Enigmatic Code

Programming Enigma Puzzles

Enigma 1714: Penny-farthing

From New Scientist #2881, 8th September 2012 [link]

The penny-farthing was a precursor to the modern bicycle. It had one very large wheel with pedals, over which was the saddle, and one much smaller trailing wheel to enable steering. We have some very early film of my great-grandfather riding one he had built. It had a large wheel 6 metres in circumference with 48 spokes, and a small one of one-third that diameter having 20 spokes. It had no brakes. He was hurtling downhill – luckily at less than 50 km/h – and just before he fell off, the film appears to show both wheels not rotating. If the film is showing 16 frames per second how fast, in kilometres per hour, was he then travelling?

[enigma1714]

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4 responses to “Enigma 1714: Penny-farthing

  1. Jim Randell 5 September 2012 at 5:28 pm

    If I understand the puzzle correctly, it is fairly straightforward to solve…

    The large wheel has a circumference of 6m and 48 spokes, so the spokes are 1/8m apart at the rim of the wheel.

    The small wheel is a third the diameter (and hence a third the circumference), so it has a circumference of 2m and has 20 spokes, so the spokes are 1/10m apart at the rim.

    In order for the wheels to appear stationary when filmed and played back at 16 fps, a whole number of spokes need to have moved around in 1/16s for both wheels.

    The smallest (non-zero) speed at which the wheels will synchronise will be if 4 spokes of the big wheel have gone round in 1/16s (meaning the big wheel has travelled 1/2m), and 5 spokes of the small wheel have gone round in 1/16s (meaning that the small wheel has also travelled 1/2m).

    If the wheels travel 1/2m in 1/16s they are going 8m/s, or 28.8km/h.

    The effect will also occur at whole number multiples of this speed.

    Solution: The penny-farthing was travelling at 28.8 km/h.

    • Jim Randell 5 September 2012 at 8:24 pm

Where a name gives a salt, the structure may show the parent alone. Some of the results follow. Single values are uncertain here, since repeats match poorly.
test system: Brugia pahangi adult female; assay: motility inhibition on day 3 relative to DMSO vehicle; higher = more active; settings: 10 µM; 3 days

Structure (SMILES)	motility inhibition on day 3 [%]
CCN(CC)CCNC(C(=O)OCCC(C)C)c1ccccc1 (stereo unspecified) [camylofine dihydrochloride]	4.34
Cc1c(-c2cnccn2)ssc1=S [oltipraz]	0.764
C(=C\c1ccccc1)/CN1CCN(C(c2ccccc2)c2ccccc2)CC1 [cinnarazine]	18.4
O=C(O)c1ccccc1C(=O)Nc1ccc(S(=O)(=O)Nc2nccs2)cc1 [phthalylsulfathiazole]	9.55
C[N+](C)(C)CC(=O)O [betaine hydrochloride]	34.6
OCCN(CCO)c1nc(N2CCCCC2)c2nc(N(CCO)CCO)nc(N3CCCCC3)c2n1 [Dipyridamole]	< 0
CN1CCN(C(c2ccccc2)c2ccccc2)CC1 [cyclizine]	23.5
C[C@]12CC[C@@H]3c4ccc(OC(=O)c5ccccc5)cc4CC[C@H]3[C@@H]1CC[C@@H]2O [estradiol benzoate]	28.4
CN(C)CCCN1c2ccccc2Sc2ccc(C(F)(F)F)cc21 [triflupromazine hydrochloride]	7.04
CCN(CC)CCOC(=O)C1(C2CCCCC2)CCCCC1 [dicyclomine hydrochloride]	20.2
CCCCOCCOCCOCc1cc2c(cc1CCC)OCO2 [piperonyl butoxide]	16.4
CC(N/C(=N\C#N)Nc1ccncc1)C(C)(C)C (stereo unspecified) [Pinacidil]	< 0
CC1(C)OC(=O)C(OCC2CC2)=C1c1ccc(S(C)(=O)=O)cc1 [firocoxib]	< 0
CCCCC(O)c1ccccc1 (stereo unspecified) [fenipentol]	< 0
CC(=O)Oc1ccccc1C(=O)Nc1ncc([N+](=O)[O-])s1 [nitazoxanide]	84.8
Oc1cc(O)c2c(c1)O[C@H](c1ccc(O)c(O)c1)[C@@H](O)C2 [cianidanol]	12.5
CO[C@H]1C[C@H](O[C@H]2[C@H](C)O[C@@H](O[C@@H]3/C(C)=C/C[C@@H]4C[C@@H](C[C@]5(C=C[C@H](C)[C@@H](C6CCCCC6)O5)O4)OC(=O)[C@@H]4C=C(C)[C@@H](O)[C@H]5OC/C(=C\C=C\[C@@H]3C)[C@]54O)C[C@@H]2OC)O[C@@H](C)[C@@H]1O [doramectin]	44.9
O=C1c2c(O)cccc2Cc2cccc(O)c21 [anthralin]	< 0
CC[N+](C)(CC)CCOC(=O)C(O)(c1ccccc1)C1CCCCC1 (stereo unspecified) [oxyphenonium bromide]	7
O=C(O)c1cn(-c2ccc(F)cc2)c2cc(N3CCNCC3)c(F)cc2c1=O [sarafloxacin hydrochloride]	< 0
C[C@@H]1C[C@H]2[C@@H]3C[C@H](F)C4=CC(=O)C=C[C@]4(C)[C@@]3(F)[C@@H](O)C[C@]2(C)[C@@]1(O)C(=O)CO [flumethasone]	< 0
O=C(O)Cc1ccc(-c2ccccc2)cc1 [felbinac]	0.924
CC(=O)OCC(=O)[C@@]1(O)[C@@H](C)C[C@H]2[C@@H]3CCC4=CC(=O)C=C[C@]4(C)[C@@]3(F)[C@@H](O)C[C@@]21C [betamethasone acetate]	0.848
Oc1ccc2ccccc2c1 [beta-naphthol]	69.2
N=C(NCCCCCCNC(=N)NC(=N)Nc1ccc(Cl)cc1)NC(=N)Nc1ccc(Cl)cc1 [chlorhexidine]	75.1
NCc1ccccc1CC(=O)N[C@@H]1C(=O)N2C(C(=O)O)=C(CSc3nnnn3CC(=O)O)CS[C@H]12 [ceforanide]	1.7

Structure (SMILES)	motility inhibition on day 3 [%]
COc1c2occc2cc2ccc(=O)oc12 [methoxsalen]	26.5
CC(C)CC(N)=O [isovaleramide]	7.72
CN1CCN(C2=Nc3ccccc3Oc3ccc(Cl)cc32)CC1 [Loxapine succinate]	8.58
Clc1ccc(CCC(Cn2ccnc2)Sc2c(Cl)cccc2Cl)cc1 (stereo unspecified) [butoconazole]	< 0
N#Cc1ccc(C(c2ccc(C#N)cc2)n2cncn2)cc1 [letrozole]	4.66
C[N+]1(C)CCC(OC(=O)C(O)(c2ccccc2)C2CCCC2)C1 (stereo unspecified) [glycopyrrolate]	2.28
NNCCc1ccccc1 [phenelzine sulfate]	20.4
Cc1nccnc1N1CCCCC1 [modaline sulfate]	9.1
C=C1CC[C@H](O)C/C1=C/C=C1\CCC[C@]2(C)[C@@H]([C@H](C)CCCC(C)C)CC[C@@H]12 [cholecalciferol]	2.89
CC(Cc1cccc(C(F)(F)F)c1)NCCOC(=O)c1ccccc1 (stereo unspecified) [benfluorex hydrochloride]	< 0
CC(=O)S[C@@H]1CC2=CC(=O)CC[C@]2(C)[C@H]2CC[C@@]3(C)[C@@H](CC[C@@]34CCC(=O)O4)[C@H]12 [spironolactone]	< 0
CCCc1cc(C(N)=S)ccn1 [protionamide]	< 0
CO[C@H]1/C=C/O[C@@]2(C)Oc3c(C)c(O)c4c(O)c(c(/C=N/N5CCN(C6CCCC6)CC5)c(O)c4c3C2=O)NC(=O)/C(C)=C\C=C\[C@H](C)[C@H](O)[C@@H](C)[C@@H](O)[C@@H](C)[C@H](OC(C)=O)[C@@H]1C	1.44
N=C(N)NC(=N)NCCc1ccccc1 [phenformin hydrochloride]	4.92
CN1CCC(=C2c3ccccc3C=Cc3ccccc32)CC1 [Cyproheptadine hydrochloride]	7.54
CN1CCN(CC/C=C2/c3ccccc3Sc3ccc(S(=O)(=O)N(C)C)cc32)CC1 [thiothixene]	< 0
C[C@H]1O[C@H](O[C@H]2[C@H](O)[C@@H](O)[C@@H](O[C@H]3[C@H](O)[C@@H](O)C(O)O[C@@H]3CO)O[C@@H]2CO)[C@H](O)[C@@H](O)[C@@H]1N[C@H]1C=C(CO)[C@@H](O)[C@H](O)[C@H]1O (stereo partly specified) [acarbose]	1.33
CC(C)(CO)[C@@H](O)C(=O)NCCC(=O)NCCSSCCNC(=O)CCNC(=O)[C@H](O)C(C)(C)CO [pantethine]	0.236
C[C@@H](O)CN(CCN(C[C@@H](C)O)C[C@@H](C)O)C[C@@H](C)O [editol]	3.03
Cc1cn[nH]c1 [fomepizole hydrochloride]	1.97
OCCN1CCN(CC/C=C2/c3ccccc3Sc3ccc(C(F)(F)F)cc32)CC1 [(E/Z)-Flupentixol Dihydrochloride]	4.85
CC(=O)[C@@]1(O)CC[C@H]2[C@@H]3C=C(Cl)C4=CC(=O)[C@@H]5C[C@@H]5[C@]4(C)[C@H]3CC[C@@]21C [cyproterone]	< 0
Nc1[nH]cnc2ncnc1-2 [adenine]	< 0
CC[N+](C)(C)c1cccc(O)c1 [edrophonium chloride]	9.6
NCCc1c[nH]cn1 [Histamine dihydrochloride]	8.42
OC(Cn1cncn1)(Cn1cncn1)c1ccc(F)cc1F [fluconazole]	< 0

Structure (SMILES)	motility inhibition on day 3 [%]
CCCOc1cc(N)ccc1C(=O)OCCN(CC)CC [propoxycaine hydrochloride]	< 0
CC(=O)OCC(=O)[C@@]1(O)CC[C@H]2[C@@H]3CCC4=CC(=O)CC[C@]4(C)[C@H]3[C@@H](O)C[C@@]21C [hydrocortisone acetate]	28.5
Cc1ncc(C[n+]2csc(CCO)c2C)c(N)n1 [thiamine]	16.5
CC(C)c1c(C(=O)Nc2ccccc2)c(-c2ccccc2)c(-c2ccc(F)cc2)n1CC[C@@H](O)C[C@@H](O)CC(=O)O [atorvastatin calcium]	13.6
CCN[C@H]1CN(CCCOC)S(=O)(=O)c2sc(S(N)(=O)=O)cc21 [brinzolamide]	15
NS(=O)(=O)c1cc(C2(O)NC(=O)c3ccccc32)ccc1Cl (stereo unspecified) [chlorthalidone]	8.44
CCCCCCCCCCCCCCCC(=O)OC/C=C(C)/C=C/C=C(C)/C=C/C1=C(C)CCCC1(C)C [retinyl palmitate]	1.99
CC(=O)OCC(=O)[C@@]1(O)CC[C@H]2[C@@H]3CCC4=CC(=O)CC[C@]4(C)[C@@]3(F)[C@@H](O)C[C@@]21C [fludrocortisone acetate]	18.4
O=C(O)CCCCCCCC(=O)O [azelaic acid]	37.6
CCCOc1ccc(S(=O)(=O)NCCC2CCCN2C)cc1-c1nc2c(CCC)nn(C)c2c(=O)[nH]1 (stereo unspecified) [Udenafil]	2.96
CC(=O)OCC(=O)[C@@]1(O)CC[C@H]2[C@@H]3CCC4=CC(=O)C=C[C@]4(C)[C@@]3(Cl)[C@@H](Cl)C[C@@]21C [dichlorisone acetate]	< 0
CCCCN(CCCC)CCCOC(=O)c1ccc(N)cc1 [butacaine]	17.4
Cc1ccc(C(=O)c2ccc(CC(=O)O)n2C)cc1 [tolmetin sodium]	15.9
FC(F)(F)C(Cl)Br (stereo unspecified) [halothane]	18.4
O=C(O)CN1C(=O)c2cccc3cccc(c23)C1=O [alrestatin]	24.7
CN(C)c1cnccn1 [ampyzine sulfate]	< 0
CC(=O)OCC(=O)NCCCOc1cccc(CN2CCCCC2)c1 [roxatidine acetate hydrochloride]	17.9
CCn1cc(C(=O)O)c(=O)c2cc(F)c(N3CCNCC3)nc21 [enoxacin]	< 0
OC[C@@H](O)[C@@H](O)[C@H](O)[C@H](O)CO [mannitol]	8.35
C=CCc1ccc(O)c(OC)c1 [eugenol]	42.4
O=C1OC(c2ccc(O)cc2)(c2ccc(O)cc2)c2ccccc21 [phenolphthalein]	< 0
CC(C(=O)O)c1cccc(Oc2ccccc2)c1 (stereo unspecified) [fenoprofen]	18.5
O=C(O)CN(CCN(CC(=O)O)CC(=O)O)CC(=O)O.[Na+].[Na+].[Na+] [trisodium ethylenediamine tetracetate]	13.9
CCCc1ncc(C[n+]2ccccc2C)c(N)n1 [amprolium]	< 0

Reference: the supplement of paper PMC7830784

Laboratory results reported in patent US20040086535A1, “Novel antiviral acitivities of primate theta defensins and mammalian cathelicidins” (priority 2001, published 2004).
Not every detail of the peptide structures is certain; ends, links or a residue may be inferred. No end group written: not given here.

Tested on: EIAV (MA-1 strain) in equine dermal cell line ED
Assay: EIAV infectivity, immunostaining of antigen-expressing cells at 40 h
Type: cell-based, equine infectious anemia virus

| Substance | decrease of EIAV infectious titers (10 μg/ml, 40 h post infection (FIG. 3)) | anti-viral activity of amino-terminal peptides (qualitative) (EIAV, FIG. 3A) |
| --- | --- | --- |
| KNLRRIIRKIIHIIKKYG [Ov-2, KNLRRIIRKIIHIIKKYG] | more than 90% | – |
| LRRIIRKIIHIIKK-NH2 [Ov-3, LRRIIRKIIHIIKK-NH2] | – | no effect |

Here’s a simple Python program to compute the solution using the fractions module.

      from fractions import Fraction
      from itertools import count
      from enigma import printf
      
      # circumferences (big/small)
      (C, c) = (6, 2)
      
      # spokes
      (S, s) = (48, 20)
      
      # distance travelled between spokes
      (D, d) = (Fraction(C, S), Fraction(c, s))
      
      # how many of the big spokes move per frame?
      for i in count(1):
        # and the small spokes?
        n = Fraction(i * D, d)
        # it needs to be a whole number
        if n.denominator != 1: continue
        # calculate the speed (in km/h)
        v = 16 * D * i * 3.6
        # should be less than 50 km/h
        if not(v < 50.0): break
        printf("{v} km/h [{i}/{n} spokes/frame]")
      
  2. Chris Finn 24 September 2012 at 2:28 pm

    I’d already solved this with just pencil and paper (not even a calculator).
    Why did someone publish the solution?
    I thought this was not allowed. It certainly isn’t ‘cricket’….

    • Jim Randell 24 September 2012 at 6:59 pm

      I normally try to avoid disclosing the answer explicitly on my comments (until the deadline for entries has passed), but with a puzzle this straightforward it’s difficult to talk about the solution in a way that doesn’t disclose it.

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